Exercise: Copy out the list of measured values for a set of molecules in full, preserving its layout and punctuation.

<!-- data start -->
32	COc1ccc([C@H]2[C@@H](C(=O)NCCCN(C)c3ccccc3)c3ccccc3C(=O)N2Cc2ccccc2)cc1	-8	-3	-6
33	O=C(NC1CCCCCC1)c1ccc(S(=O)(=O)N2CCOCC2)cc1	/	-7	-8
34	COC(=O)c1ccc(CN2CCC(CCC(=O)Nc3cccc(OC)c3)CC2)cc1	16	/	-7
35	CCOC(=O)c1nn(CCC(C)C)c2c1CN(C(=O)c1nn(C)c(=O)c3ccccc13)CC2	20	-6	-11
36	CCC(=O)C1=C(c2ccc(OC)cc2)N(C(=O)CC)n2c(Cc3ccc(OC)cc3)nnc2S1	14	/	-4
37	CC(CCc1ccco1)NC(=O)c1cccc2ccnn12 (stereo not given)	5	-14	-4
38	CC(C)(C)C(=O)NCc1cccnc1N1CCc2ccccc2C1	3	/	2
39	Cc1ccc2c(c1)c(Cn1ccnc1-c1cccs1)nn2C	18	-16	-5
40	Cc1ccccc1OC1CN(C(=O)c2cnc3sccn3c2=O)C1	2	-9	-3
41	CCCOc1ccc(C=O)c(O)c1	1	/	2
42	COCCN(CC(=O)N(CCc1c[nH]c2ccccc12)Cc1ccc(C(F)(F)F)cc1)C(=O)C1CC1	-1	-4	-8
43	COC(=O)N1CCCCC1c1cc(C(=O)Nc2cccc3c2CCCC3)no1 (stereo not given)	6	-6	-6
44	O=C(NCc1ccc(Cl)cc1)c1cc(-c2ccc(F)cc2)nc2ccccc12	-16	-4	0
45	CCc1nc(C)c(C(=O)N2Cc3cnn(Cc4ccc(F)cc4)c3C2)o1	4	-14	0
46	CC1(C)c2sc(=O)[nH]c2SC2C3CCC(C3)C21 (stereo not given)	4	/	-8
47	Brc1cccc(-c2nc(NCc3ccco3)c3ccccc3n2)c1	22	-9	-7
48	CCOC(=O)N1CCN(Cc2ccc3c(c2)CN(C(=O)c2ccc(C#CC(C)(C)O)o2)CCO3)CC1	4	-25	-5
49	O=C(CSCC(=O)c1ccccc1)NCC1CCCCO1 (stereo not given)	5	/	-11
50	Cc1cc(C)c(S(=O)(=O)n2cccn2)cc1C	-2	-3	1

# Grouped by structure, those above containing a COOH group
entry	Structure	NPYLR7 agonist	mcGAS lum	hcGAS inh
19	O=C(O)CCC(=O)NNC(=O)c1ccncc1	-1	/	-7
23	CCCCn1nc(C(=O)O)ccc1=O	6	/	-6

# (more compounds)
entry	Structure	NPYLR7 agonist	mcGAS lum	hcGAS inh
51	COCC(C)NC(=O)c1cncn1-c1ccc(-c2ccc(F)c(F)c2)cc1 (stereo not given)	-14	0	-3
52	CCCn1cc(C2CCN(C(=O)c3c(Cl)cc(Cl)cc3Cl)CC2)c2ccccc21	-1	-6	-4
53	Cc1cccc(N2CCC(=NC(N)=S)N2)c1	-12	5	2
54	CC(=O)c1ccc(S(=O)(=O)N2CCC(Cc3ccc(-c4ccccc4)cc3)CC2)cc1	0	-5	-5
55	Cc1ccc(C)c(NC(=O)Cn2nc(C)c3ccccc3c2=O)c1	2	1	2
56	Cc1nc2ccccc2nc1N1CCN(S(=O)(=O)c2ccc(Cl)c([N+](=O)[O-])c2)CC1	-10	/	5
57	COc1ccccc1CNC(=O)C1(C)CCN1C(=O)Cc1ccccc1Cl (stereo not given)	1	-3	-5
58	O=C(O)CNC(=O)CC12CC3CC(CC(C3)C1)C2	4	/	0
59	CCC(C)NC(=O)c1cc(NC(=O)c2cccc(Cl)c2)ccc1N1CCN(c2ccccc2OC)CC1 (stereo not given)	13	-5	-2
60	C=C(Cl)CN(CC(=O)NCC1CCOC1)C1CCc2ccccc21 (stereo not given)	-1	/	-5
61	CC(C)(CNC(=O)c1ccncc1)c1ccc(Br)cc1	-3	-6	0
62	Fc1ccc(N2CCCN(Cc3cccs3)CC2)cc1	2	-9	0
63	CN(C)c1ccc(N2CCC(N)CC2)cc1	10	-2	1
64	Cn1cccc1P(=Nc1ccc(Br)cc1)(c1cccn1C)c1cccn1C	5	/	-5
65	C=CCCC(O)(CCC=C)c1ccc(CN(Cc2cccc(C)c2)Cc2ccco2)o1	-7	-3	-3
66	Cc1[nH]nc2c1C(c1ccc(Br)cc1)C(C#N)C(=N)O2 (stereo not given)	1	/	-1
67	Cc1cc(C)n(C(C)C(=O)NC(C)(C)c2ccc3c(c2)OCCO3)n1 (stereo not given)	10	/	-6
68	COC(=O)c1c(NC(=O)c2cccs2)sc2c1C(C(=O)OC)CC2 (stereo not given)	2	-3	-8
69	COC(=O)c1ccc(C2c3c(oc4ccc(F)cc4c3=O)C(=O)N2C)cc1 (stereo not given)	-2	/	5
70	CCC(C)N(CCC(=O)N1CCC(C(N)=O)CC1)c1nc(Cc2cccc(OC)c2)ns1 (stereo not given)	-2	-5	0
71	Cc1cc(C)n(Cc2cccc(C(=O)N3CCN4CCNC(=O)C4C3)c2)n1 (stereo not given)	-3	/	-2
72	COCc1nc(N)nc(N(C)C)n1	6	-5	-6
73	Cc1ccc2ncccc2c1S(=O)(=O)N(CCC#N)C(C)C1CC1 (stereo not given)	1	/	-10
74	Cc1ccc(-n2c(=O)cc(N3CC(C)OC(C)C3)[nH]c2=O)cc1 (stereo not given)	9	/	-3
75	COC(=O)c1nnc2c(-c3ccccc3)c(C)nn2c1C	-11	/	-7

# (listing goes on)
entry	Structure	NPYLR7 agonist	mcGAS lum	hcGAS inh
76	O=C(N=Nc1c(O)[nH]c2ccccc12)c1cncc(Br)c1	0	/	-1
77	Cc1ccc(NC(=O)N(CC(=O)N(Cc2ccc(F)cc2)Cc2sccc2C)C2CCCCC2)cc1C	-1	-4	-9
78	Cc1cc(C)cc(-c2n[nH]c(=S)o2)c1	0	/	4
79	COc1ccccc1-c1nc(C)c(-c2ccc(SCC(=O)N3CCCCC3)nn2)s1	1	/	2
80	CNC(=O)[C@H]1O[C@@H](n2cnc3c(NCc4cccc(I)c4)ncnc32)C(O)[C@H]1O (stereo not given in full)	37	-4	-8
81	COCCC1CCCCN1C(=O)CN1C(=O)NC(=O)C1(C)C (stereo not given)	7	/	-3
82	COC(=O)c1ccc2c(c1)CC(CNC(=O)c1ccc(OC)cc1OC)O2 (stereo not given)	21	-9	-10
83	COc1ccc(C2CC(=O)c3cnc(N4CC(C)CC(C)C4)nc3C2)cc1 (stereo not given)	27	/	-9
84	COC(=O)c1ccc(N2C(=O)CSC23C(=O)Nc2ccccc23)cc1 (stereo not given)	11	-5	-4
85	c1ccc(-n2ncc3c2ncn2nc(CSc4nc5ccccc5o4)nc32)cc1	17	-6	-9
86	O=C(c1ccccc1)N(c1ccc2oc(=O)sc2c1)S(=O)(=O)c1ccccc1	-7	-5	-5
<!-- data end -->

32	COc1ccc([C@H]2[C@@H](C(=O)NCCCN(C)c3ccccc3)c3ccccc3C(=O)N2Cc2ccccc2)cc1	-8	-3	-6
33	O=C(NC1CCCCCC1)c1ccc(S(=O)(=O)N2CCOCC2)cc1	/	-7	-8
34	COC(=O)c1ccc(CN2CCC(CCC(=O)Nc3cccc(OC)c3)CC2)cc1	16	/	-7
35	CCOC(=O)c1nn(CCC(C)C)c2c1CN(C(=O)c1nn(C)c(=O)c3ccccc13)CC2	20	-6	-11
36	CCC(=O)C1=C(c2ccc(OC)cc2)N(C(=O)CC)n2c(Cc3ccc(OC)cc3)nnc2S1	14	/	-4
37	CC(CCc1ccco1)NC(=O)c1cccc2ccnn12 (stereo not given)	5	-14	-4
38	CC(C)(C)C(=O)NCc1cccnc1N1CCc2ccccc2C1	3	/	2
39	Cc1ccc2c(c1)c(Cn1ccnc1-c1cccs1)nn2C	18	-16	-5
40	Cc1ccccc1OC1CN(C(=O)c2cnc3sccn3c2=O)C1	2	-9	-3
41	CCCOc1ccc(C=O)c(O)c1	1	/	2
42	COCCN(CC(=O)N(CCc1c[nH]c2ccccc12)Cc1ccc(C(F)(F)F)cc1)C(=O)C1CC1	-1	-4	-8
43	COC(=O)N1CCCCC1c1cc(C(=O)Nc2cccc3c2CCCC3)no1 (stereo not given)	6	-6	-6
44	O=C(NCc1ccc(Cl)cc1)c1cc(-c2ccc(F)cc2)nc2ccccc12	-16	-4	0
45	CCc1nc(C)c(C(=O)N2Cc3cnn(Cc4ccc(F)cc4)c3C2)o1	4	-14	0
46	CC1(C)c2sc(=O)[nH]c2SC2C3CCC(C3)C21 (stereo not given)	4	/	-8
47	Brc1cccc(-c2nc(NCc3ccco3)c3ccccc3n2)c1	22	-9	-7
48	CCOC(=O)N1CCN(Cc2ccc3c(c2)CN(C(=O)c2ccc(C#CC(C)(C)O)o2)CCO3)CC1	4	-25	-5
49	O=C(CSCC(=O)c1ccccc1)NCC1CCCCO1 (stereo not given)	5	/	-11
50	Cc1cc(C)c(S(=O)(=O)n2cccn2)cc1C	-2	-3	1

# Grouped by structure, those above containing a COOH group
entry	Structure	NPYLR7 agonist	mcGAS lum	hcGAS inh
19	O=C(O)CCC(=O)NNC(=O)c1ccncc1	-1	/	-7
23	CCCCn1nc(C(=O)O)ccc1=O	6	/	-6

# (more compounds)
entry	Structure	NPYLR7 agonist	mcGAS lum	hcGAS inh
51	COCC(C)NC(=O)c1cncn1-c1ccc(-c2ccc(F)c(F)c2)cc1 (stereo not given)	-14	0	-3
52	CCCn1cc(C2CCN(C(=O)c3c(Cl)cc(Cl)cc3Cl)CC2)c2ccccc21	-1	-6	-4
53	Cc1cccc(N2CCC(=NC(N)=S)N2)c1	-12	5	2
54	CC(=O)c1ccc(S(=O)(=O)N2CCC(Cc3ccc(-c4ccccc4)cc3)CC2)cc1	0	-5	-5
55	Cc1ccc(C)c(NC(=O)Cn2nc(C)c3ccccc3c2=O)c1	2	1	2
56	Cc1nc2ccccc2nc1N1CCN(S(=O)(=O)c2ccc(Cl)c([N+](=O)[O-])c2)CC1	-10	/	5
57	COc1ccccc1CNC(=O)C1(C)CCN1C(=O)Cc1ccccc1Cl (stereo not given)	1	-3	-5
58	O=C(O)CNC(=O)CC12CC3CC(CC(C3)C1)C2	4	/	0
59	CCC(C)NC(=O)c1cc(NC(=O)c2cccc(Cl)c2)ccc1N1CCN(c2ccccc2OC)CC1 (stereo not given)	13	-5	-2
60	C=C(Cl)CN(CC(=O)NCC1CCOC1)C1CCc2ccccc21 (stereo not given)	-1	/	-5
61	CC(C)(CNC(=O)c1ccncc1)c1ccc(Br)cc1	-3	-6	0
62	Fc1ccc(N2CCCN(Cc3cccs3)CC2)cc1	2	-9	0
63	CN(C)c1ccc(N2CCC(N)CC2)cc1	10	-2	1
64	Cn1cccc1P(=Nc1ccc(Br)cc1)(c1cccn1C)c1cccn1C	5	/	-5
65	C=CCCC(O)(CCC=C)c1ccc(CN(Cc2cccc(C)c2)Cc2ccco2)o1	-7	-3	-3
66	Cc1[nH]nc2c1C(c1ccc(Br)cc1)C(C#N)C(=N)O2 (stereo not given)	1	/	-1
67	Cc1cc(C)n(C(C)C(=O)NC(C)(C)c2ccc3c(c2)OCCO3)n1 (stereo not given)	10	/	-6
68	COC(=O)c1c(NC(=O)c2cccs2)sc2c1C(C(=O)OC)CC2 (stereo not given)	2	-3	-8
69	COC(=O)c1ccc(C2c3c(oc4ccc(F)cc4c3=O)C(=O)N2C)cc1 (stereo not given)	-2	/	5
70	CCC(C)N(CCC(=O)N1CCC(C(N)=O)CC1)c1nc(Cc2cccc(OC)c2)ns1 (stereo not given)	-2	-5	0
71	Cc1cc(C)n(Cc2cccc(C(=O)N3CCN4CCNC(=O)C4C3)c2)n1 (stereo not given)	-3	/	-2
72	COCc1nc(N)nc(N(C)C)n1	6	-5	-6
73	Cc1ccc2ncccc2c1S(=O)(=O)N(CCC#N)C(C)C1CC1 (stereo not given)	1	/	-10
74	Cc1ccc(-n2c(=O)cc(N3CC(C)OC(C)C3)[nH]c2=O)cc1 (stereo not given)	9	/	-3
75	COC(=O)c1nnc2c(-c3ccccc3)c(C)nn2c1C	-11	/	-7

# (listing goes on)
entry	Structure	NPYLR7 agonist	mcGAS lum	hcGAS inh
76	O=C(N=Nc1c(O)[nH]c2ccccc12)c1cncc(Br)c1	0	/	-1
77	Cc1ccc(NC(=O)N(CC(=O)N(Cc2ccc(F)cc2)Cc2sccc2C)C2CCCCC2)cc1C	-1	-4	-9
78	Cc1cc(C)cc(-c2n[nH]c(=S)o2)c1	0	/	4
79	COc1ccccc1-c1nc(C)c(-c2ccc(SCC(=O)N3CCCCC3)nn2)s1	1	/	2
80	CNC(=O)[C@H]1O[C@@H](n2cnc3c(NCc4cccc(I)c4)ncnc32)C(O)[C@H]1O (stereo not given in full)	37	-4	-8
81	COCCC1CCCCN1C(=O)CN1C(=O)NC(=O)C1(C)C (stereo not given)	7	/	-3
82	COC(=O)c1ccc2c(c1)CC(CNC(=O)c1ccc(OC)cc1OC)O2 (stereo not given)	21	-9	-10
83	COc1ccc(C2CC(=O)c3cnc(N4CC(C)CC(C)C4)nc3C2)cc1 (stereo not given)	27	/	-9
84	COC(=O)c1ccc(N2C(=O)CSC23C(=O)Nc2ccccc23)cc1 (stereo not given)	11	-5	-4
85	c1ccc(-n2ncc3c2ncn2nc(CSc4nc5ccccc5o4)nc32)cc1	17	-6	-9
86	O=C(c1ccccc1)N(c1ccc2oc(=O)sc2c1)S(=O)(=O)c1ccccc1	-7	-5	-5